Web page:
John Curry

Britain gained plenty of attention in Calgary 1988, as ski racer turned ski jumper Eddie ‘The Eagle’ Edwards flew into the public eye, in a moment that became the definition of ‘it’s the taking part that counts’. He was the first, and only, British competitor in the 70m and 90m ski jump.

Eddie 'The Eagle' Edwards

Over the period of the next fifteen years, sports now unanimous with snow sport were added to the Olympic schedule, including Super G (Super Giant Slalom), short track speed skating, freestyle skiing and snowboarding. These sports helped the Winter Olympics garner more public attention than ever, as an ever-growing television audience were drawn to these sports.

Britain were revitalized in 2002, when skeleton was reintroduced to the Salt Lake City Olympics. Alex Coomber won a bronze medal, followed by Shelley Rudman’s silver in Turin (2006), and gold medals for both Amy Williams in Vancouver (2010) and Lizzie Yarnold in Sochi (2014). Meanwhile, Britain was seeing similar success in curling, with a gold medal in 2002 for the women’s team, and silver and bronze for the men’s and women’s teams respectively in 2014.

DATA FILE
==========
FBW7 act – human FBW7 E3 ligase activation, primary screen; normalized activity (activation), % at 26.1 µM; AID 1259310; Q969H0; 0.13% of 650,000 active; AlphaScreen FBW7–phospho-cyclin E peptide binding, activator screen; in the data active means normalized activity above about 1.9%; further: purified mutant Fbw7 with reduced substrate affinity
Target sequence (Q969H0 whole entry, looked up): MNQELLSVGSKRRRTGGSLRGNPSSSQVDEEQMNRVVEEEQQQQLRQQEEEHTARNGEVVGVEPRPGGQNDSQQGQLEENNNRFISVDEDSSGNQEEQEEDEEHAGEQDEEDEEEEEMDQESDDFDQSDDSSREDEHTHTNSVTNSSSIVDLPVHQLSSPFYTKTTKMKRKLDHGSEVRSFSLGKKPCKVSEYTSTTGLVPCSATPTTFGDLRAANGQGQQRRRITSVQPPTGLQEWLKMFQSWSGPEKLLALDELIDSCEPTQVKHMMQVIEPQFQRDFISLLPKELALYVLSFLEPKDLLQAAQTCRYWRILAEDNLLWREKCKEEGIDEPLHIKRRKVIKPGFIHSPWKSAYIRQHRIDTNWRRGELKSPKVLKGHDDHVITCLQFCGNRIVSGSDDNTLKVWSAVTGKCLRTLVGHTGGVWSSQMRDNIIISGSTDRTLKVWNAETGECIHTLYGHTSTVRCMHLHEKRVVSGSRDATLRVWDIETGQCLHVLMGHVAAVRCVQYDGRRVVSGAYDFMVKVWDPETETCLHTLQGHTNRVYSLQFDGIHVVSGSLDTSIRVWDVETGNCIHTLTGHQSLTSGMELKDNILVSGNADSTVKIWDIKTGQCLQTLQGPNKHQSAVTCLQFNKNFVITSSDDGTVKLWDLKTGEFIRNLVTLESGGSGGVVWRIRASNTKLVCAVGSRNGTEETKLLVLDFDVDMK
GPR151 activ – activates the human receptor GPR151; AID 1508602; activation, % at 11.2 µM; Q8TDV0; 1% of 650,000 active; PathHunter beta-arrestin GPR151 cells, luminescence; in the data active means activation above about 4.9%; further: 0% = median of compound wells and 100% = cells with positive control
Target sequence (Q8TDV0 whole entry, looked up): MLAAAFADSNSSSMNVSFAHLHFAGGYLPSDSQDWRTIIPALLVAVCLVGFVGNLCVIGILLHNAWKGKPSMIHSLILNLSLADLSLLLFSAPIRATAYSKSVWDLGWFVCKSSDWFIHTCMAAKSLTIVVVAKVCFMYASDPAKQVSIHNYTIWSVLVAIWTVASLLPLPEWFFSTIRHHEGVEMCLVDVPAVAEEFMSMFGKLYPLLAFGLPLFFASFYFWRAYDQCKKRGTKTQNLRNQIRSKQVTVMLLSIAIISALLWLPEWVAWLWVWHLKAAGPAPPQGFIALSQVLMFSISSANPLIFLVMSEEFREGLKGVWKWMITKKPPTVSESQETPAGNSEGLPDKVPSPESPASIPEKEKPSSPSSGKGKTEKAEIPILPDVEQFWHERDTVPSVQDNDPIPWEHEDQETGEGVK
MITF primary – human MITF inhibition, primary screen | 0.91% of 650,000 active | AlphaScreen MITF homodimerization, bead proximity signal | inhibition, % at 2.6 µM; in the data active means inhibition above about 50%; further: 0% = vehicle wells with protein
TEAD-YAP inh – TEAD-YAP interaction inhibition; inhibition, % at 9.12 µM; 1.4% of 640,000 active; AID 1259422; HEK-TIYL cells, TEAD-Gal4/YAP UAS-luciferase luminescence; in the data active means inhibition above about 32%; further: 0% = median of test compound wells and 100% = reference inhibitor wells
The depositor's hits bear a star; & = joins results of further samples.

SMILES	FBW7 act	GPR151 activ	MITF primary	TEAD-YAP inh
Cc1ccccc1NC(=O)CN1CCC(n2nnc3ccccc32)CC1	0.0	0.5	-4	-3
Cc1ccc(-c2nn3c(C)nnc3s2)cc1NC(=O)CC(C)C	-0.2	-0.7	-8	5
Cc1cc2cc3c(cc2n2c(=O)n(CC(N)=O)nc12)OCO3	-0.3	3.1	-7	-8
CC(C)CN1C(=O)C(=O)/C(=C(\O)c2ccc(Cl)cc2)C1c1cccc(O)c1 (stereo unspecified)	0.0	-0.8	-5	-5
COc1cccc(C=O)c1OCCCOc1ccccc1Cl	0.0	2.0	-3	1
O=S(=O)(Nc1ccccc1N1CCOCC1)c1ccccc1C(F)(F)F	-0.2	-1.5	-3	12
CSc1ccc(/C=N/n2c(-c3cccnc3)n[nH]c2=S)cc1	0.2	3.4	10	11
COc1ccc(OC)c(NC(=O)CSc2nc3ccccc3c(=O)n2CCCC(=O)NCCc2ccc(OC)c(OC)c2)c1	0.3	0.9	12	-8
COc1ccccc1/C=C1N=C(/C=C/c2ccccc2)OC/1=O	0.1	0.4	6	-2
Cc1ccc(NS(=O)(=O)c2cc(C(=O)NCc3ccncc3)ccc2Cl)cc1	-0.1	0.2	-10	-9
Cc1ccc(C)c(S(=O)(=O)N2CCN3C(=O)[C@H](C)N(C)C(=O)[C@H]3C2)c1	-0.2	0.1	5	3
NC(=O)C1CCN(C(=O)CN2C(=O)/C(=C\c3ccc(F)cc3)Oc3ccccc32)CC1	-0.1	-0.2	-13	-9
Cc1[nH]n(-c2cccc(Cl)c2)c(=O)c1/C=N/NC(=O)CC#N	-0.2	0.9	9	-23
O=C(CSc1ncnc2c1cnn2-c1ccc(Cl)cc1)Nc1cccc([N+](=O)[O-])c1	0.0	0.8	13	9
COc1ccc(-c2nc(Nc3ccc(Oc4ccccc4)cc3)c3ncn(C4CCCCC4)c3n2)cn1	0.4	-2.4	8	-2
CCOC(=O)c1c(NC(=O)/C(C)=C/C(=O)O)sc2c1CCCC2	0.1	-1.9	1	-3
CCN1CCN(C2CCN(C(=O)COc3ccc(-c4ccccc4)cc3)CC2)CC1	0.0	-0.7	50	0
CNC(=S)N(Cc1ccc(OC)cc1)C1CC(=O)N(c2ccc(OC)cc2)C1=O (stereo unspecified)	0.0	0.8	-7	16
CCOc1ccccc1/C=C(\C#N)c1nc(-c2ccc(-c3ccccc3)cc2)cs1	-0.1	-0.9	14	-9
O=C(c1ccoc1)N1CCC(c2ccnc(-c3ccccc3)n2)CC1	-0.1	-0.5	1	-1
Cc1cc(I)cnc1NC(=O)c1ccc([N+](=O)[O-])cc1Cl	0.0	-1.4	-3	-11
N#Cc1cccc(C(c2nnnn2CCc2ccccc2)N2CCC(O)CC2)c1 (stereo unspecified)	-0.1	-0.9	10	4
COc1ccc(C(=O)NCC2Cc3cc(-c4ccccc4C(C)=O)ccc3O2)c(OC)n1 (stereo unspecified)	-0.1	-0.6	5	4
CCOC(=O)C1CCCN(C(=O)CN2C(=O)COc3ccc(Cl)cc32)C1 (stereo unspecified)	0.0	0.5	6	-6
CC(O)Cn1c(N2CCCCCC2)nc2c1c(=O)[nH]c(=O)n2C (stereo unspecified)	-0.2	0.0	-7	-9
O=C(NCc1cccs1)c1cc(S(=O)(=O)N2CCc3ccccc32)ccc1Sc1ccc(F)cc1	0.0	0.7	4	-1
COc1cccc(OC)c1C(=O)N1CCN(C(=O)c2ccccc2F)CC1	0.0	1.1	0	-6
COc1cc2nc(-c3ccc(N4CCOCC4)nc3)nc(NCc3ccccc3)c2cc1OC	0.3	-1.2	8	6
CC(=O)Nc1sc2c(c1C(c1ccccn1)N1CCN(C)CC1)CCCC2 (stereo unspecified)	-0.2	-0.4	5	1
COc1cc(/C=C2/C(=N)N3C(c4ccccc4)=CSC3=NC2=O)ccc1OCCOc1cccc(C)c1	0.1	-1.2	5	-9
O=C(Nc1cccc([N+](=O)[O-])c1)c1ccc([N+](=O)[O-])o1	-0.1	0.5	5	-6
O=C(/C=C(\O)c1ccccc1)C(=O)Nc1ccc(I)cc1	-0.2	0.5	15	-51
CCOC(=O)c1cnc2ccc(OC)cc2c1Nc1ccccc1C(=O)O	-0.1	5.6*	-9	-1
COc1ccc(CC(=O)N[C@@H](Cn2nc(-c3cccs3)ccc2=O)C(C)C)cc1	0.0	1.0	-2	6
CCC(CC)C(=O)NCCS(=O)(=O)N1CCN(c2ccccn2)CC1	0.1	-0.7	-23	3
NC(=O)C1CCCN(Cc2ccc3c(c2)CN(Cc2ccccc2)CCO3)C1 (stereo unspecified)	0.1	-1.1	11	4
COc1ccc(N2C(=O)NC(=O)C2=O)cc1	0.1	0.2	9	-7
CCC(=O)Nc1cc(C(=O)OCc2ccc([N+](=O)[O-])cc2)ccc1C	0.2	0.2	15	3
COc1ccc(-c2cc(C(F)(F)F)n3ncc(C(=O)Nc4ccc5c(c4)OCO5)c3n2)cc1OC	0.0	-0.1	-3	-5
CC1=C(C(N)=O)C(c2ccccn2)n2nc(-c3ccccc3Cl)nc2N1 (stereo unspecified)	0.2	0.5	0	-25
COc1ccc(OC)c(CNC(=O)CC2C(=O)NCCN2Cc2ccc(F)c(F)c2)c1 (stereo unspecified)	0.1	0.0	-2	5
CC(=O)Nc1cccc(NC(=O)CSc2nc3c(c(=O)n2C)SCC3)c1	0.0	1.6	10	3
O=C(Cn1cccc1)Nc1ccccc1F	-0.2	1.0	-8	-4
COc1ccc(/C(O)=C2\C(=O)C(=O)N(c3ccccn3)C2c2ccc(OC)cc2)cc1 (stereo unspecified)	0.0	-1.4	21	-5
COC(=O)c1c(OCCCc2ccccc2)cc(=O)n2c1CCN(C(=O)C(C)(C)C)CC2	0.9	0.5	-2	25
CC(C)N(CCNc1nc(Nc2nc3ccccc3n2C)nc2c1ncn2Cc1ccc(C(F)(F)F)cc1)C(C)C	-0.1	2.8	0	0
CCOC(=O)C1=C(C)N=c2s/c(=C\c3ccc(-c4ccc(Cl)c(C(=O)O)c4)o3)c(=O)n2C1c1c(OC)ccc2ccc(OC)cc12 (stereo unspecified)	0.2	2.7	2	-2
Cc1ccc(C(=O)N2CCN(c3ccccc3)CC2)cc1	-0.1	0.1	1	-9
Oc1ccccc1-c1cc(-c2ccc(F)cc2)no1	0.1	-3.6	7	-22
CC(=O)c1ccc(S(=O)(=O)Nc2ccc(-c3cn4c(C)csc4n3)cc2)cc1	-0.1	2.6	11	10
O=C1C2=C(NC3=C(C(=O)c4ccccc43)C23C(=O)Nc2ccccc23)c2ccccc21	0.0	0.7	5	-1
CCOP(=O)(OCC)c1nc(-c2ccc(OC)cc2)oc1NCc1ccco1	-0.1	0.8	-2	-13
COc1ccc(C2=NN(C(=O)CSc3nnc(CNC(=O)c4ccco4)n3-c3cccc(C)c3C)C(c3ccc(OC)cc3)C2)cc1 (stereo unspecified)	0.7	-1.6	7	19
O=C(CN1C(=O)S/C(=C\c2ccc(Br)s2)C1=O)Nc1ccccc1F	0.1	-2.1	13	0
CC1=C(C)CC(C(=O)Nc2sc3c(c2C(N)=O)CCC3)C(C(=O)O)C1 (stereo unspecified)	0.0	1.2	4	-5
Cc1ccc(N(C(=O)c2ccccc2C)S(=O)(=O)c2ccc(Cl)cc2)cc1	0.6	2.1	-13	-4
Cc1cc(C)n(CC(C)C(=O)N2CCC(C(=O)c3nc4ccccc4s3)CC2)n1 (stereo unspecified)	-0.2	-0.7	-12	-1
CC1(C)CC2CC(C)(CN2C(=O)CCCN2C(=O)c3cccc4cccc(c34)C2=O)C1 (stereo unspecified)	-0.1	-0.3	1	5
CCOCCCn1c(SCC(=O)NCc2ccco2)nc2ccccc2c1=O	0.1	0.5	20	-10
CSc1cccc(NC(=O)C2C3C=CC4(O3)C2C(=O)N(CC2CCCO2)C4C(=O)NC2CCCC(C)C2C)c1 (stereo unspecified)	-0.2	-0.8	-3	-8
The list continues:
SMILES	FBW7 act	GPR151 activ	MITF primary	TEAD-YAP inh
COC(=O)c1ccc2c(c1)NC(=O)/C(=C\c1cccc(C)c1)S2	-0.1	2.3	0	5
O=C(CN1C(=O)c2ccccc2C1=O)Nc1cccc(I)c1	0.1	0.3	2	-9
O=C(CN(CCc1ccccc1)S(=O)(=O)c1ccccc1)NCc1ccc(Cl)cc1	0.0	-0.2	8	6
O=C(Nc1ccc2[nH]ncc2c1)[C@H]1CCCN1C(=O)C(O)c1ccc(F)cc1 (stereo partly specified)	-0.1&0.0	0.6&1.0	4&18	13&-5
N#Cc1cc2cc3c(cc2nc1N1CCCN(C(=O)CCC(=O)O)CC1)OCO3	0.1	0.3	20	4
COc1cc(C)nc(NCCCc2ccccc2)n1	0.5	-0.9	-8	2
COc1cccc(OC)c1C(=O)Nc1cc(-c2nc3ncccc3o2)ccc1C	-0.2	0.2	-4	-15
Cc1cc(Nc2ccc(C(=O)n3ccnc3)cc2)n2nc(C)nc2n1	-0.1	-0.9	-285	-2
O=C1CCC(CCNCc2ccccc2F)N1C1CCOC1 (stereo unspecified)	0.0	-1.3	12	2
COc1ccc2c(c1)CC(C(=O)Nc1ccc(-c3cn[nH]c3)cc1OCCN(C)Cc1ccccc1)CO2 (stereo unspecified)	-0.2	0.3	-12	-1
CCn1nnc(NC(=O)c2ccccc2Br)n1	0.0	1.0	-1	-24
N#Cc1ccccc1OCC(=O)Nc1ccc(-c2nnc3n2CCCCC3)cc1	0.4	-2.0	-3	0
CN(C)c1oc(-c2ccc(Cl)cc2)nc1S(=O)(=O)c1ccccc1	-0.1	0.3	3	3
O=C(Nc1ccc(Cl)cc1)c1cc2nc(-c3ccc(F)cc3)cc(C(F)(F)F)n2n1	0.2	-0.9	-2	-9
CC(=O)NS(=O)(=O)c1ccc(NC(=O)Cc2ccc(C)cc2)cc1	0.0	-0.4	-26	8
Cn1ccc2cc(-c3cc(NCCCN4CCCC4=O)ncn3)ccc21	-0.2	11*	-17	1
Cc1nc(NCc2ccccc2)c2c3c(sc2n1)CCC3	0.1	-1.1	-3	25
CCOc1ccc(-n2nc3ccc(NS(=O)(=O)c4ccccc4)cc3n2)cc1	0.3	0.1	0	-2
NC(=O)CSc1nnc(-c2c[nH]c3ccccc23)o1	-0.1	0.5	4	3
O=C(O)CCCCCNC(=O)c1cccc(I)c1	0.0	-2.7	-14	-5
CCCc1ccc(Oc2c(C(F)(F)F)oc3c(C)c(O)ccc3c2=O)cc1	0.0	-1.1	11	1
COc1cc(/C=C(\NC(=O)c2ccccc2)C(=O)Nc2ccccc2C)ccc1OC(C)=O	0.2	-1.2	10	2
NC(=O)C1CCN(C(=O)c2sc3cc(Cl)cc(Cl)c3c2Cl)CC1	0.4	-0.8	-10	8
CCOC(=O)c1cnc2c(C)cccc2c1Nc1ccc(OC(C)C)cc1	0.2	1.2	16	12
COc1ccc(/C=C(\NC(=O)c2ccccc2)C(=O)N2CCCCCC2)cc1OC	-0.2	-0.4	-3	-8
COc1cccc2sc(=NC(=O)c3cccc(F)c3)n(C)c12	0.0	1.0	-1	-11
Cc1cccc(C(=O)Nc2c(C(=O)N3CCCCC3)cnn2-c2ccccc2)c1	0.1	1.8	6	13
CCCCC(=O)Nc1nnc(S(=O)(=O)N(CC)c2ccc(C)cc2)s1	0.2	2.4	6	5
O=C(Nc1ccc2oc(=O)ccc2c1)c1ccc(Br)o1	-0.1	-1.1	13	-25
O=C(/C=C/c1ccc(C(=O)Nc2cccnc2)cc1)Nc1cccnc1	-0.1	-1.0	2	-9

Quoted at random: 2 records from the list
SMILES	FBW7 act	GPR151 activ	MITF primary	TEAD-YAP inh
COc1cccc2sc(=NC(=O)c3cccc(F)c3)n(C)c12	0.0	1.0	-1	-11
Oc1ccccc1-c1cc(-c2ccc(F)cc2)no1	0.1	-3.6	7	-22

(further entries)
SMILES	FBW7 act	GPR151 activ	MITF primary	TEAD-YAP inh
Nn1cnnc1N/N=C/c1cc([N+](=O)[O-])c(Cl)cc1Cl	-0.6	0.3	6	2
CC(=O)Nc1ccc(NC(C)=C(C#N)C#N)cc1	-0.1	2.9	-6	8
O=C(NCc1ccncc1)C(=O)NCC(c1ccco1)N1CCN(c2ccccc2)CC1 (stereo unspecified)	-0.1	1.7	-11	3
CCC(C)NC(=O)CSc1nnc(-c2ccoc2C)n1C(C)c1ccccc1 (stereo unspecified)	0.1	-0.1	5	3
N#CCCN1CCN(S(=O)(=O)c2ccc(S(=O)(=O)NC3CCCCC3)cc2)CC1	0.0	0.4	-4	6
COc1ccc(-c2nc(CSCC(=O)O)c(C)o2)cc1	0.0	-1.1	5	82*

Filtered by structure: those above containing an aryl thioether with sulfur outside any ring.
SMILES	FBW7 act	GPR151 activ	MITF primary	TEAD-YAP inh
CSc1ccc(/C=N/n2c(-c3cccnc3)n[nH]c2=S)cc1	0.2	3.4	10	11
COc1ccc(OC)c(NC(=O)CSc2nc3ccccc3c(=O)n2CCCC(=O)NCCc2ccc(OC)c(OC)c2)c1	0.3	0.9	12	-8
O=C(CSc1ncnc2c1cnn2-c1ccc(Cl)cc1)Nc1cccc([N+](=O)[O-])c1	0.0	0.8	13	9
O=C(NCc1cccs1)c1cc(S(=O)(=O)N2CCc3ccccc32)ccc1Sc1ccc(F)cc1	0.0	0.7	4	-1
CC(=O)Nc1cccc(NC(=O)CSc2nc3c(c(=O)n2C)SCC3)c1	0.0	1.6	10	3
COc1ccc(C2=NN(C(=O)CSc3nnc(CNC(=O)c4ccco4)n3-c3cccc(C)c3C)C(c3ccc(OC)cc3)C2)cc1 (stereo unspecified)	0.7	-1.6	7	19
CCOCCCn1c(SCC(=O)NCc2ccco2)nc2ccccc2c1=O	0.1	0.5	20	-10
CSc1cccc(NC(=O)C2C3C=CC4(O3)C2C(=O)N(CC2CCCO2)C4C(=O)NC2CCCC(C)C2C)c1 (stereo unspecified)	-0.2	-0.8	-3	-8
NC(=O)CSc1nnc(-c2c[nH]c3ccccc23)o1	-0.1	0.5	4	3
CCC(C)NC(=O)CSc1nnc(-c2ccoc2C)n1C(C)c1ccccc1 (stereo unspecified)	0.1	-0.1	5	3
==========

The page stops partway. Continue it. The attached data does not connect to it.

Amy Williams, Vancouver 2010

All of this success on ice has led to one simple question – when would Great Britain win a medal on snow? That dream seemed to have been realized at Salt Lake City when Alain Baxter took bronze in the Slalom in the 2002 games. However, a week later it turned into a nightmare for Baxter & GB as the medal was stripped due to a failed drug test. Several appeals followed on the basis that Baxter had accidentally used a decongestant product that did not contain a banned substance in the UK, but the US version had an ingredient that could trigger a positive test, but the appeals failed to reinstate his medal.

Our biggest hope for a snow medal between 2002 & 2014 was Chemmy Alcott, who shot up the Downhill rankings in 2002 at the age of just 19. Chemmy managed 14th in the Combined at her first Olympics in Salt Lake, 11th in Downhill in 2006, and 11th in Super Combined at the Vancouver Games. A broken leg late in preparation for Sochi 2014 meant that her last Olympic performances were lower down the rankings.

Chemmy Alcott

Snowboard Cross and Ski Cross were introduced in 2006 (Torino) and 2010 (Vancouver) respectively, and Sochi 2014 marked a major change as Halfpipe skiing and Slopestyle made their Olympic debuts. History was finally made in 2014 in Sochi, when snowboarder Jenny Jones became the first British athlete to win a medal on snow when she won a bronze medal in the women's Slopestyle event.

Perhaps with the introduction of further sports (including big air snowboarding) for the 2018 games, and Jenny Jones’ medal to inspire them, this year’s Olympians are that much closer to medals than ever before, and we may finally beat the record set in the first ever Games.

Jenny Jones wins her bronze medal at Sochi, 2014